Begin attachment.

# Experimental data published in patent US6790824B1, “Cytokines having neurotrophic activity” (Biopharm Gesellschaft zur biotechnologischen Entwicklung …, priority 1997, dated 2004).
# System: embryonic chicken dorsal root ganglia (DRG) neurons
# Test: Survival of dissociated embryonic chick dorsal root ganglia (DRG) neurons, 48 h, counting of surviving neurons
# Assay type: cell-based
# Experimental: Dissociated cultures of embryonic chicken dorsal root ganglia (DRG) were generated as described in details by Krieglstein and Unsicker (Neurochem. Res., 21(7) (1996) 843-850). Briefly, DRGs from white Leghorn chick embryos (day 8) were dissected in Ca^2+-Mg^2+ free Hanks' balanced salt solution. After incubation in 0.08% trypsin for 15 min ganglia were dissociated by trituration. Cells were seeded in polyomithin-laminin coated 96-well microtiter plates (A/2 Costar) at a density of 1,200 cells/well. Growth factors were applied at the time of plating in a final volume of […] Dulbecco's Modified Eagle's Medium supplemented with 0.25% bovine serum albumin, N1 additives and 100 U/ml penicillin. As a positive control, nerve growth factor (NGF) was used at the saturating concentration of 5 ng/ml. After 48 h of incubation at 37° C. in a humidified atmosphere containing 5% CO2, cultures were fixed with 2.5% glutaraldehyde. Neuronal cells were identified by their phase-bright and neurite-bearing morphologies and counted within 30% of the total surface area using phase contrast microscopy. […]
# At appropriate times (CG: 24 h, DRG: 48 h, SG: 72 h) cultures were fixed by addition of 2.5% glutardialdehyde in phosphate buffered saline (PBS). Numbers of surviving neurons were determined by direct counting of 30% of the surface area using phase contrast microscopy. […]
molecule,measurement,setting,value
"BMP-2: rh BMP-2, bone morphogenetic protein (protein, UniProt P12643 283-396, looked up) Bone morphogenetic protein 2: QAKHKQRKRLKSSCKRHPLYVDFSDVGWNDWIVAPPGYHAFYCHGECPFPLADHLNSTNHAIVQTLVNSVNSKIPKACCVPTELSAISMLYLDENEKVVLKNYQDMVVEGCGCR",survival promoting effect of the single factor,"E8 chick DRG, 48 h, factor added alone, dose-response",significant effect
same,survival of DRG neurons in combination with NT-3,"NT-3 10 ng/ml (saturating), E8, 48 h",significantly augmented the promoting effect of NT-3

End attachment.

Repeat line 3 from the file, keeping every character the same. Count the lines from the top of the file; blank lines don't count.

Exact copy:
# Test: Survival of dissociated embryonic chick dorsal root ganglia (DRG) neurons, 48 h, counting of surviving neurons